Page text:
Yesterday, for the first night of Chanukah, I made latkes. I followed the recipe EXACTLY, which is near impossible for me, because I’m always substituting apple sauce for oil or leaving the garlic in the grocery store where it belongs. All of the latke ingredients (luckily garlic was not one of them) had been carefully measured and combined.
Two out of the three of us liked them. The other will remain nameless. More for us, my son and I declared! (oops!) In all fairness, my husband had eaten the first one out of the pan and as everyone knows, the first pancake is the throw-away.
After moving to Texas, and abandoning my Maryland family’s traditional latke-eating dinner, I missed the scramble. After lighting the menorah, one of my three sisters would prepare the batter (I don’t think it’s batter, but I can’t think of the name right now!), another would hoist spoonfuls into hot oil, while the other sister, me, and the rest of our families would pass the platter and inhale the potato pancakes as if they were the last ones on earth. The fry-chef-sister in the kitchen barely got to sit down (though I imagine a few didn’t make it to the table) before we clamored for more.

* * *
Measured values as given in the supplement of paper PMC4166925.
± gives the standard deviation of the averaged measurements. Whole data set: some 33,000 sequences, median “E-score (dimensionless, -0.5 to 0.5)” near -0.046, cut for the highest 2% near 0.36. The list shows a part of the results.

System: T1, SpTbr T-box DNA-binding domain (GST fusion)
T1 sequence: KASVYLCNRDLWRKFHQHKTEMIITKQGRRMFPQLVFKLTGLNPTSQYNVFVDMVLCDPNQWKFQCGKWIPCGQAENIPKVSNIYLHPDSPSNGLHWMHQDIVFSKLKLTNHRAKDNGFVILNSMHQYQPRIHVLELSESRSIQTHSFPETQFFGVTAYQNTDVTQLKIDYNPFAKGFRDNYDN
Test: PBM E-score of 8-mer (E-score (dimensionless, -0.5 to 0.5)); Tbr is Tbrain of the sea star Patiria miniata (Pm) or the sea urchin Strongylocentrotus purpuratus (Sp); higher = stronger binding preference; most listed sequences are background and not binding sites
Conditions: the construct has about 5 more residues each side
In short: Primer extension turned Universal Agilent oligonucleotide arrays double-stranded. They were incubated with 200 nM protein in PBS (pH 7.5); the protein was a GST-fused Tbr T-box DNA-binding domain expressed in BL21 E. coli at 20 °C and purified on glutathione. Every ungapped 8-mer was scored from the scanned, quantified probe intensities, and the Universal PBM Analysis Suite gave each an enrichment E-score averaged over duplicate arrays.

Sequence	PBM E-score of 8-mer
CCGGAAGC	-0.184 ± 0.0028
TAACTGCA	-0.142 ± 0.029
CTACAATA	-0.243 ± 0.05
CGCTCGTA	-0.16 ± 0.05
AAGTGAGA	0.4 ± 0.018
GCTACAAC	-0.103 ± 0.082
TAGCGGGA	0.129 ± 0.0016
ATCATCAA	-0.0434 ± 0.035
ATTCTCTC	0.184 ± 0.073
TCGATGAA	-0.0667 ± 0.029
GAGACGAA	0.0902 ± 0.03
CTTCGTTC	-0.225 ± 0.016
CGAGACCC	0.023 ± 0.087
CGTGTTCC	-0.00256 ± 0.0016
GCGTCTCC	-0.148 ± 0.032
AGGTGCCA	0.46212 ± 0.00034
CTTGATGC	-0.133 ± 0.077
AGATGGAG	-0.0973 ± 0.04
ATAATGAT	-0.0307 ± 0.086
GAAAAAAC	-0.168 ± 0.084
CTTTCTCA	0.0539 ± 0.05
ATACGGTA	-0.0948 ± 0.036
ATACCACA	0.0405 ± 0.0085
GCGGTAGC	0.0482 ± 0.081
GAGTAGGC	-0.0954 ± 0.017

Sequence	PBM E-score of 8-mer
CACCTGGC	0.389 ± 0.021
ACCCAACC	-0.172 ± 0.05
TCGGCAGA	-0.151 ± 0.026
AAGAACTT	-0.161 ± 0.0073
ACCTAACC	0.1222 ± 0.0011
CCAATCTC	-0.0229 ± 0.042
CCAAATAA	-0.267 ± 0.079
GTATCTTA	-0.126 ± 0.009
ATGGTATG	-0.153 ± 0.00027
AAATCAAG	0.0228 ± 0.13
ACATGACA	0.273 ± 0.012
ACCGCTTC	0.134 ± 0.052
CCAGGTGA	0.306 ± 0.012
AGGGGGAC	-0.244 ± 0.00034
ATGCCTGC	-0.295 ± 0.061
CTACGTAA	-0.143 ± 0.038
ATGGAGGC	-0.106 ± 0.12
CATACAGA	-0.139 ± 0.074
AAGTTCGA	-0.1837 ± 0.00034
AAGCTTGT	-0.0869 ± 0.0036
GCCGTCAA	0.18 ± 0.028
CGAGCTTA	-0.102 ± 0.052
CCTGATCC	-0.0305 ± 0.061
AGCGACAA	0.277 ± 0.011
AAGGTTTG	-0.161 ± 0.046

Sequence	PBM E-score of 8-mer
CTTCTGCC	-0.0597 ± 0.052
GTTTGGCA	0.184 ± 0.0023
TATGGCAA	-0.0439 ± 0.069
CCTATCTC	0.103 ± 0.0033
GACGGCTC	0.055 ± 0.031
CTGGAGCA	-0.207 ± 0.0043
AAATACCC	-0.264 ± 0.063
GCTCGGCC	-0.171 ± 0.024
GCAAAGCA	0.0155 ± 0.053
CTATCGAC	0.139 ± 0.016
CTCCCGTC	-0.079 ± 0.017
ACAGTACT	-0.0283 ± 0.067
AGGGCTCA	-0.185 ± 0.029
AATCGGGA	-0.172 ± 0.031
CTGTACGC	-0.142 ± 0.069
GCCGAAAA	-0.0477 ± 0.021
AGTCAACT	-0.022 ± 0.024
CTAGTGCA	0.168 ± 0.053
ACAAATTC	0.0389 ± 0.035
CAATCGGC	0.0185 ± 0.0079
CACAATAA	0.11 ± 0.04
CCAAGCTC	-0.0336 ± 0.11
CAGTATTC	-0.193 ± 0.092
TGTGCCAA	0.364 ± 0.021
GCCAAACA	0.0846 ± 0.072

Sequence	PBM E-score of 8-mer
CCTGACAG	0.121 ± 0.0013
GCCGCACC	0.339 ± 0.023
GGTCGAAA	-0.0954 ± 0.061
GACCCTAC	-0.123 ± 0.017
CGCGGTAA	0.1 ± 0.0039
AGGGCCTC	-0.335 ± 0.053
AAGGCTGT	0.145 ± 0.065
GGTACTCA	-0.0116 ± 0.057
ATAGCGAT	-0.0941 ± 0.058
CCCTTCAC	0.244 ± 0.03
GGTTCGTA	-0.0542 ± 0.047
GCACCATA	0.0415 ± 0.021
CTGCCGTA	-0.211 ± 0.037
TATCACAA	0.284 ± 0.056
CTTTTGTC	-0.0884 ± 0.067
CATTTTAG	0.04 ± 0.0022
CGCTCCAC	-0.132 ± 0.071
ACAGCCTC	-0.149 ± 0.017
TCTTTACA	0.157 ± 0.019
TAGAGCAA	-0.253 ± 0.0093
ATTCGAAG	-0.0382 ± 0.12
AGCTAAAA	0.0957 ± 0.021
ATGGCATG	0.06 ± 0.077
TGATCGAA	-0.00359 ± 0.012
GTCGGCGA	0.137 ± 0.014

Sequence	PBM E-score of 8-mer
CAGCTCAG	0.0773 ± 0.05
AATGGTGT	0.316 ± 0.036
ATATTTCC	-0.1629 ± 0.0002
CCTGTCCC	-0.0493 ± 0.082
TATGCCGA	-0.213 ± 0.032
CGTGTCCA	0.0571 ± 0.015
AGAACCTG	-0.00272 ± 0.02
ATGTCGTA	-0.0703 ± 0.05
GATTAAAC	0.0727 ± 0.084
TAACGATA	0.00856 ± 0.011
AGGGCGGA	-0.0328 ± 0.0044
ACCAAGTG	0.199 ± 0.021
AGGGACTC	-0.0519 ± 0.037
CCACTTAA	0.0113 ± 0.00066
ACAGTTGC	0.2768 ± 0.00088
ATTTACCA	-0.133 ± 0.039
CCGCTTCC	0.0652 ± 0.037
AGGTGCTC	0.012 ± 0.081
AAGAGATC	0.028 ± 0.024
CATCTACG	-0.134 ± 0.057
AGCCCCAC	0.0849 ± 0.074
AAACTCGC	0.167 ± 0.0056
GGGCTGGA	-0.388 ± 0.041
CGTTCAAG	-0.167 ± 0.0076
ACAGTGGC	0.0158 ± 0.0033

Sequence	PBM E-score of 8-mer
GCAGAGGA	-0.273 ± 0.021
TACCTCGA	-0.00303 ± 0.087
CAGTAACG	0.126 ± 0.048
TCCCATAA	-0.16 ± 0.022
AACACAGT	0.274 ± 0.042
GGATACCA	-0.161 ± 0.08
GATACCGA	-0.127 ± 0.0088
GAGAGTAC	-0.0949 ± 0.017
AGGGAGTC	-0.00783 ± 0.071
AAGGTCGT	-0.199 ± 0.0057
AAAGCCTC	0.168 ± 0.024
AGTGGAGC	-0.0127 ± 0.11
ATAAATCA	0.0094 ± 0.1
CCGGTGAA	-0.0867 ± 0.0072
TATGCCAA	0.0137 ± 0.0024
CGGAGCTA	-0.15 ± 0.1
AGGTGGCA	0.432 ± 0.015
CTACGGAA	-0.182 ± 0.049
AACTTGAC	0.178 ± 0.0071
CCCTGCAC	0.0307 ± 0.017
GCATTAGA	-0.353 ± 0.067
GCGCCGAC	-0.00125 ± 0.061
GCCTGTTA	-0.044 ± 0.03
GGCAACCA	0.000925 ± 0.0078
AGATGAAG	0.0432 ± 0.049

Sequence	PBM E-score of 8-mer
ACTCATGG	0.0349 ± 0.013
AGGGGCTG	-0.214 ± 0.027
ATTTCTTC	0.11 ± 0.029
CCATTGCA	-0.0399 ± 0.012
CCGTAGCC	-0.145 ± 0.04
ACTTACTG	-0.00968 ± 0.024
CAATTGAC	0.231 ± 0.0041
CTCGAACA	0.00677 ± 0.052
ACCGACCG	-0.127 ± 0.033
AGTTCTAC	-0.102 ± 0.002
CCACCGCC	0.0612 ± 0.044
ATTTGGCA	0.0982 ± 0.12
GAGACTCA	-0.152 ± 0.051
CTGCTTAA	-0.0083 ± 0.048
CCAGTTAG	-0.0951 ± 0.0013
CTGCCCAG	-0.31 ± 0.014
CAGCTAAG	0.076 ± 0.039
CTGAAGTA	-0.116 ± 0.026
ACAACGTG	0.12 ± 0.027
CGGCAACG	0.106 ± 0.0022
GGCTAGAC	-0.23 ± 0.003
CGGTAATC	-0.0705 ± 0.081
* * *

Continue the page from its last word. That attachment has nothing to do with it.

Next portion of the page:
Here in Texas, our menorah candles flickered on the counter. My latkes wouldn’t have impressed my chef-sisters but, though we didn’t have any of the pesky sharing with twelve others, the platter was empty after our meal (did I mention there were only two of us eating them?). However, they just didn’t taste the same. Meals eaten without the tradition and chaos of family are missing a key ingredient.